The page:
Choosing Who to Recall
With employers adapting to the new business landscape created by the COVID-19 pandemic, HR professionals across countless industries are grappling with the challenge of recalling furloughed or laid-off employees. Your company may only be able to bring back a percentage of out-of-work employees and might choose to stagger recalls. To avoid complications and disputes, it’s important to first define your criteria for which workers you’ll invite back, and in what order. Keep personal matters out of your decision-making process. Making assumptions about who you think might like to rejoin the team and work remotely, or prioritizing workers who appear healthier and less vulnerable, could culminate in a discrimination lawsuit down the road.
Instead, develop an objective recall policy that takes into account factors like seniority and job function. Be cautious about basing your decisions on subjective factors like performance unless you can cite documented and quantified performance metrics from past reviews.
Communicating Recalls to Workers
As soon as you’ve reached a decision, inform each potential rehire as soon as possible and at least one week in advance of the start date. By communicating
early and often, you can increase retention rates. Workers left in the dark may well start seeking employment opportunities elsewhere.
While you may wish to connect over a phone call or video meeting, be sure to follow up in writing. While drafting an official recall letter, remember to:
- Note the date and time the employee is expected to report to work.
- Clarify the work location, whether it’s the usual job site or a work-from-home arrangement.
- Articulate the employee’s job title, responsibilities, pay rate, payroll schedule, exemption status, accrued time off and other benefits, highlighting any changes.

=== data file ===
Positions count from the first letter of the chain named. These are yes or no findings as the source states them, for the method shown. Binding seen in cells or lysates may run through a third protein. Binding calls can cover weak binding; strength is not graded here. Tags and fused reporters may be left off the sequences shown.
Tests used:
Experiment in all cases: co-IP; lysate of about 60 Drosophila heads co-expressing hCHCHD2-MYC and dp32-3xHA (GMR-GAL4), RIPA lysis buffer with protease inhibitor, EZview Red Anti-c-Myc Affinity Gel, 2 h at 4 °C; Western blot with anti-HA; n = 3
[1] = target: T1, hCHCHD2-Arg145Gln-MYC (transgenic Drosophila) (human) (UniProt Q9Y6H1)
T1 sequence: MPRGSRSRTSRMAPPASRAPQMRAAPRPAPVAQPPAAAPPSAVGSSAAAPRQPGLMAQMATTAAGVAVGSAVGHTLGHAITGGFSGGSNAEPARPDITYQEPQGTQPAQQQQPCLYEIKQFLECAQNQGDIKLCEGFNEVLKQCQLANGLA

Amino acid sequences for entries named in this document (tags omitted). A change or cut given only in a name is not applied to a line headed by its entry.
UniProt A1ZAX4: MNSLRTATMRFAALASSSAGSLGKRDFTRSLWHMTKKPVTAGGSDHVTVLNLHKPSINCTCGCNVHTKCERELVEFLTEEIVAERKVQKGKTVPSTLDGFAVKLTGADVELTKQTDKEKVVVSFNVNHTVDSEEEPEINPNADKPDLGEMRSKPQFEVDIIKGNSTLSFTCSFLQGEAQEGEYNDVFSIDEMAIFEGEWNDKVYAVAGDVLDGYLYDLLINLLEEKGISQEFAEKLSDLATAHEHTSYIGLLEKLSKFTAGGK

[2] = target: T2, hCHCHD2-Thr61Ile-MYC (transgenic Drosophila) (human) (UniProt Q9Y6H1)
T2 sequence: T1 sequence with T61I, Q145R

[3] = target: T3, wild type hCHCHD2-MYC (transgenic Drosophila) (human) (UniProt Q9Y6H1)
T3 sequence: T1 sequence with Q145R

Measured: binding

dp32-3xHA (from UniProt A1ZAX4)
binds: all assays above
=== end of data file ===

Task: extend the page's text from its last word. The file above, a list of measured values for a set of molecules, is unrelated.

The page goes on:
- Explain new workplace policies and procedures, including health and safety measures as well as the rehiring process.
Refreshing Hiring Paperwork
When inviting furloughed and laid-off employees back, you may need to renew their onboarding paperwork.
In general, although furloughed workers are still technically considered employees, it’s advisable to issue fresh paperwork for staff members who have been furloughed for six months or more.
For employees who have been laid off with the expectation of recall, follow your recall policy while easing them back into the workplace. From an administrative perspective, staff members who were formally terminated during layoffs will need to be processed as new hires.
In most cases — for your own records and to accommodate changes in workers’ situations and needs — have each employee fill out a new version of their:
- Form I-9
- Form W-4
- Direct deposit forms
- Benefits elections
With the mountains of paperwork involved in rehiring employees, why not choose now to upgrade your onboarding process and implement electronic onboarding to keep your company organized during the rehiring process. Go to AAP's website to learn more about electronic onboarding.
Conducting Background Checks
In most cases, you won’t need to issue additional background checks or
drug screenings when recalling laid-off and furloughed workers. But if it’s
required for compliance reasons at your company, be sure to approach
this step in a lawful and transparent way.
Prior to conducting background checks, ensure that you have employee
authorization. Even if the language in your initial authorization
agreement covers subsequent background checks, it’s courteous — and
required in some states — to inform recalled employees that this is part
of your process.
If you will be running drug screenings or background checks after the start
date, make the provisional nature of the recall clear in your official letter. If
you ultimately choose to terminate an employee as a result of unacceptable
results, follow applicable laws and regulations when doing so.
Creating a Return-to-Work Policy
Before your first recalled worker steps in the door, your entire workforce should be briefed on your company’s return-to-work policy.
Develop a comprehensive plan that answers questions and offers guidance around coronavirus-related policies, including:
- Family and medical leave, sick pay and other benefits.
- New health and safety policies and precautions your company is implementing.
- Reconfigured work stations and other job site adjustments. Telecommuting policies and related tech and security procedures.
- Processes for how employees can voice concerns or request accommodations.
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